This is one problem that I have had with “The new Evangelization”, which has been a Church buzzword the last few years. By the way, I live in the Southern United States, and I am a Catholic revert.

    In my large city, there are at least six parishes within a 30 minute drive. One Parish has a good pastor with inspirational homilies, while another has a congregation that shows up regularly in shorts and t-shirts with the Haugen Haas fan club choir, and complains when Mass goes longer than 55 minutes. While I am bilingual, I usually will not attend la Misa en Español solo, mostly because of the casual behavior of the attendees, although I will occasionally attend a Parish that has a bilingual Mass on Sundays that’s well done, reverent, with congregants who are modestly dressed and want to be there.

    I understand being open and welcoming, but it’s difficult when many Catholics show up to check a box, and have little desire to learn about their faith.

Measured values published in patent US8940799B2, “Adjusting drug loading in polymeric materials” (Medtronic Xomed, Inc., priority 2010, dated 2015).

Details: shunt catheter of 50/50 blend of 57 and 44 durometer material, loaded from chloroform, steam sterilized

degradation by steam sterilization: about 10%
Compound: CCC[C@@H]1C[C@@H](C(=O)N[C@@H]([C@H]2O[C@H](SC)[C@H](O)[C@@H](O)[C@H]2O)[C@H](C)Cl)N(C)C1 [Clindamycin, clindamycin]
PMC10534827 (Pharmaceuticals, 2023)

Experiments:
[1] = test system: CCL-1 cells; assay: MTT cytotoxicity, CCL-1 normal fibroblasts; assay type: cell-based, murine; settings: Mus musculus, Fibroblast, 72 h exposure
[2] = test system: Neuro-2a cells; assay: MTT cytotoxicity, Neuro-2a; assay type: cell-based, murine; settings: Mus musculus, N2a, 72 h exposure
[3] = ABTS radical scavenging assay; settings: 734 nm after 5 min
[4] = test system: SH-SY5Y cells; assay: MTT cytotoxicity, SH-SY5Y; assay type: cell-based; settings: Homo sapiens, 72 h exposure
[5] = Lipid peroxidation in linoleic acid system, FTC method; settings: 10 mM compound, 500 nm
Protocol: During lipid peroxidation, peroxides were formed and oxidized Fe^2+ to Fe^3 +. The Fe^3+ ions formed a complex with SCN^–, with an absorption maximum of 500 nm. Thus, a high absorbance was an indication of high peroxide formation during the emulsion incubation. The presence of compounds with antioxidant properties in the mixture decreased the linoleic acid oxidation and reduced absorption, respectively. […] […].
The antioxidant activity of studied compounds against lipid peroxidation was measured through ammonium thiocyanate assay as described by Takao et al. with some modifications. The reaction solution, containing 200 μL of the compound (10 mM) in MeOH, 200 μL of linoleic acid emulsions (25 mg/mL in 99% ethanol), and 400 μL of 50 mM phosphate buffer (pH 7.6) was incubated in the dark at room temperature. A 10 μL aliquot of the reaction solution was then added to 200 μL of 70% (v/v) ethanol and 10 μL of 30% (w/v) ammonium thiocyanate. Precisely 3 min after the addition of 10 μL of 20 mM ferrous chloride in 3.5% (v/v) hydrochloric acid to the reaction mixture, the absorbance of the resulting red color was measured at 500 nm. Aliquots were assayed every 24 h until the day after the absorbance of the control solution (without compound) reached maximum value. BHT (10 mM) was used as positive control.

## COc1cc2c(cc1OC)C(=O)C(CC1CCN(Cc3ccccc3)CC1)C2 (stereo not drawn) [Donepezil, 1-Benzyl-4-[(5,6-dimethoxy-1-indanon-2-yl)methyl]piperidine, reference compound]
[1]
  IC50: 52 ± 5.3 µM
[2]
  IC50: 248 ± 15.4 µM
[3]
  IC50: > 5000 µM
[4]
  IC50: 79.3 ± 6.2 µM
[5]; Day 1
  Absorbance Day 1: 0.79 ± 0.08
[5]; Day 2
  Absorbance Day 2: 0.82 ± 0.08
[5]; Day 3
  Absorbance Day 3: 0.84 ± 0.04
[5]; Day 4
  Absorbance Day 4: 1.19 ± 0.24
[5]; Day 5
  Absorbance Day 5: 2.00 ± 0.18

2. Huber says:

    “If you are in one diocese or country, you can step across the border and have an entirely different approach on, say, absolution of people who don’t have a firm purpose of amendment and, consequently, admission to Holy Communion.”

    So, Father, you’re observing that we don’t technically have a CATHOLIC church, as the dogma and liturgy are fractured diocese to diocese, rather than one universal teaching, language, and liturgy…

  3. MarkJ says:

    Freude über alles…

  4. LeeF says:

    The German bishops dragged their feet over a new sacramentary just like English speaking bishops did. The difference is that after being forced to comply with Liturgiam Authenticam in producing it, they then tabled it in defiance of BXVI. Since they refuse to comply with the Holy See if it does not suit them, anything else they do should come as no surprise.

    Father said:
    And we could also look at the issue of the “Church Tax” in Germany. That must be a factor in their decisions.